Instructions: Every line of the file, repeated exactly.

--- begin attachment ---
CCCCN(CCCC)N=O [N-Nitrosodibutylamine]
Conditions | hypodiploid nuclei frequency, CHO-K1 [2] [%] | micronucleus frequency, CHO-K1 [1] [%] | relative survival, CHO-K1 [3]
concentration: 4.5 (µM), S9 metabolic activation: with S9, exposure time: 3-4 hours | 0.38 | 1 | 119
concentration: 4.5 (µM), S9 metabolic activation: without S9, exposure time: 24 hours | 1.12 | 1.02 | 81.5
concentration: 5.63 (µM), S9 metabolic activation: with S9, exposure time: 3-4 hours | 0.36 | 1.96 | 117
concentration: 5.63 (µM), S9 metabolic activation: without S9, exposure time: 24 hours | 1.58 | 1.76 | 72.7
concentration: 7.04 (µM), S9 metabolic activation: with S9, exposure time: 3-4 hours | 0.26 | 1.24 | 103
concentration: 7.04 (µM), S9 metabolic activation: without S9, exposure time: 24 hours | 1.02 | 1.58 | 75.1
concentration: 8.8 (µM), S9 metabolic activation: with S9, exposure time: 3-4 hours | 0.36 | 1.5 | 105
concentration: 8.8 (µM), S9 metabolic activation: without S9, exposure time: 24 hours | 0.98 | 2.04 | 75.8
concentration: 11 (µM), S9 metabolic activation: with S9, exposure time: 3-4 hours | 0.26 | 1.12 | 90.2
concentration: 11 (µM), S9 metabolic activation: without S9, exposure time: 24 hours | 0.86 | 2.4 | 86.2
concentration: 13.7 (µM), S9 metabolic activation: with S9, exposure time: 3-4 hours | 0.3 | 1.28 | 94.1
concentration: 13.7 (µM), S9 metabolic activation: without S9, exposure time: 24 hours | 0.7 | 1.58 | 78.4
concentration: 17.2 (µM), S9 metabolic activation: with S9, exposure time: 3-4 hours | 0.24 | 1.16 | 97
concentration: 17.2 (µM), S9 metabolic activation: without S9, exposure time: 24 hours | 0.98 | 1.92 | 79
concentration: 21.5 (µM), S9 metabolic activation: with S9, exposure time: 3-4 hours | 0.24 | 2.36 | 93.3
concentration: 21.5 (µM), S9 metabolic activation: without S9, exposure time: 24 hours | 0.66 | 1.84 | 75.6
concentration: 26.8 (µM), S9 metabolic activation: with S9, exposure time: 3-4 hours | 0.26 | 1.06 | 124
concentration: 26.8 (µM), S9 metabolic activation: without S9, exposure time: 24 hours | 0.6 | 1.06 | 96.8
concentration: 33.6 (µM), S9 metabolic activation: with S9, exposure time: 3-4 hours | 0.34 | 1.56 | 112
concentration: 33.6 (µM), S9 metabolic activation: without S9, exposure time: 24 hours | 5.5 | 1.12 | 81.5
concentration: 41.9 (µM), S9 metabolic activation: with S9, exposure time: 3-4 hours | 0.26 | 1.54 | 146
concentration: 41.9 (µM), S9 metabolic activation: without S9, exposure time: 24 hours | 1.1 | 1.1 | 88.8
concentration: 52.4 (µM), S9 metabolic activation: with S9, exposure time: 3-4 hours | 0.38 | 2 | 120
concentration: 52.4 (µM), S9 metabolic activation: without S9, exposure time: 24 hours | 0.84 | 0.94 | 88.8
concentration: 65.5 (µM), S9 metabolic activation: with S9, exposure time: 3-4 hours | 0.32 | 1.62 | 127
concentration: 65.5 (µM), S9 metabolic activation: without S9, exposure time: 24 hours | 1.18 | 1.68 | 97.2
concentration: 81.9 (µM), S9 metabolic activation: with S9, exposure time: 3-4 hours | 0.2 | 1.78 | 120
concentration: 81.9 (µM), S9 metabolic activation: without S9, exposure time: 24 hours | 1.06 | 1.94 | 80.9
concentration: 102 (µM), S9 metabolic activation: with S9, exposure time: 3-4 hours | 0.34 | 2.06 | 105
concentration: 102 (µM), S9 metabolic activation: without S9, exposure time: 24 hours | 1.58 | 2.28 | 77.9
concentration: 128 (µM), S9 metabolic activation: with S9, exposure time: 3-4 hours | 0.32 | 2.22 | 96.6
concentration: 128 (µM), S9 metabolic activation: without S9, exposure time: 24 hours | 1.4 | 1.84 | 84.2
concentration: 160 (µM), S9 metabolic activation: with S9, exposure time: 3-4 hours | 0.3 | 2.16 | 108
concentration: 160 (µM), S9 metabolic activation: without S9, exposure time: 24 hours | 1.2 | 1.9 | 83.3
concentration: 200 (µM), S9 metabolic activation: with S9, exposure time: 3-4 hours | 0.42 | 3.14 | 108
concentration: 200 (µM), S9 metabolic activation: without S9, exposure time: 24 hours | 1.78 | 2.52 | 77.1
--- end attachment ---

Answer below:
CCCCN(CCCC)N=O [N-Nitrosodibutylamine]
Conditions | hypodiploid nuclei frequency, CHO-K1 [2] [%] | micronucleus frequency, CHO-K1 [1] [%] | relative survival, CHO-K1 [3]
concentration: 4.5 (µM), S9 metabolic activation: with S9, exposure time: 3-4 hours | 0.38 | 1 | 119
concentration: 4.5 (µM), S9 metabolic activation: without S9, exposure time: 24 hours | 1.12 | 1.02 | 81.5
concentration: 5.63 (µM), S9 metabolic activation: with S9, exposure time: 3-4 hours | 0.36 | 1.96 | 117
concentration: 5.63 (µM), S9 metabolic activation: without S9, exposure time: 24 hours | 1.58 | 1.76 | 72.7
concentration: 7.04 (µM), S9 metabolic activation: with S9, exposure time: 3-4 hours | 0.26 | 1.24 | 103
concentration: 7.04 (µM), S9 metabolic activation: without S9, exposure time: 24 hours | 1.02 | 1.58 | 75.1
concentration: 8.8 (µM), S9 metabolic activation: with S9, exposure time: 3-4 hours | 0.36 | 1.5 | 105
concentration: 8.8 (µM), S9 metabolic activation: without S9, exposure time: 24 hours | 0.98 | 2.04 | 75.8
concentration: 11 (µM), S9 metabolic activation: with S9, exposure time: 3-4 hours | 0.26 | 1.12 | 90.2
concentration: 11 (µM), S9 metabolic activation: without S9, exposure time: 24 hours | 0.86 | 2.4 | 86.2
concentration: 13.7 (µM), S9 metabolic activation: with S9, exposure time: 3-4 hours | 0.3 | 1.28 | 94.1
concentration: 13.7 (µM), S9 metabolic activation: without S9, exposure time: 24 hours | 0.7 | 1.58 | 78.4
concentration: 17.2 (µM), S9 metabolic activation: with S9, exposure time: 3-4 hours | 0.24 | 1.16 | 97
concentration: 17.2 (µM), S9 metabolic activation: without S9, exposure time: 24 hours | 0.98 | 1.92 | 79
concentration: 21.5 (µM), S9 metabolic activation: with S9, exposure time: 3-4 hours | 0.24 | 2.36 | 93.3
concentration: 21.5 (µM), S9 metabolic activation: without S9, exposure time: 24 hours | 0.66 | 1.84 | 75.6
concentration: 26.8 (µM), S9 metabolic activation: with S9, exposure time: 3-4 hours | 0.26 | 1.06 | 124
concentration: 26.8 (µM), S9 metabolic activation: without S9, exposure time: 24 hours | 0.6 | 1.06 | 96.8
concentration: 33.6 (µM), S9 metabolic activation: with S9, exposure time: 3-4 hours | 0.34 | 1.56 | 112
concentration: 33.6 (µM), S9 metabolic activation: without S9, exposure time: 24 hours | 5.5 | 1.12 | 81.5
concentration: 41.9 (µM), S9 metabolic activation: with S9, exposure time: 3-4 hours | 0.26 | 1.54 | 146
concentration: 41.9 (µM), S9 metabolic activation: without S9, exposure time: 24 hours | 1.1 | 1.1 | 88.8
concentration: 52.4 (µM), S9 metabolic activation: with S9, exposure time: 3-4 hours | 0.38 | 2 | 120
concentration: 52.4 (µM), S9 metabolic activation: without S9, exposure time: 24 hours | 0.84 | 0.94 | 88.8
concentration: 65.5 (µM), S9 metabolic activation: with S9, exposure time: 3-4 hours | 0.32 | 1.62 | 127
concentration: 65.5 (µM), S9 metabolic activation: without S9, exposure time: 24 hours | 1.18 | 1.68 | 97.2
concentration: 81.9 (µM), S9 metabolic activation: with S9, exposure time: 3-4 hours | 0.2 | 1.78 | 120
concentration: 81.9 (µM), S9 metabolic activation: without S9, exposure time: 24 hours | 1.06 | 1.94 | 80.9
concentration: 102 (µM), S9 metabolic activation: with S9, exposure time: 3-4 hours | 0.34 | 2.06 | 105
concentration: 102 (µM), S9 metabolic activation: without S9, exposure time: 24 hours | 1.58 | 2.28 | 77.9
concentration: 128 (µM), S9 metabolic activation: with S9, exposure time: 3-4 hours | 0.32 | 2.22 | 96.6
concentration: 128 (µM), S9 metabolic activation: without S9, exposure time: 24 hours | 1.4 | 1.84 | 84.2
concentration: 160 (µM), S9 metabolic activation: with S9, exposure time: 3-4 hours | 0.3 | 2.16 | 108
concentration: 160 (µM), S9 metabolic activation: without S9, exposure time: 24 hours | 1.2 | 1.9 | 83.3
concentration: 200 (µM), S9 metabolic activation: with S9, exposure time: 3-4 hours | 0.42 | 3.14 | 108
concentration: 200 (µM), S9 metabolic activation: without S9, exposure time: 24 hours | 1.78 | 2.52 | 77.1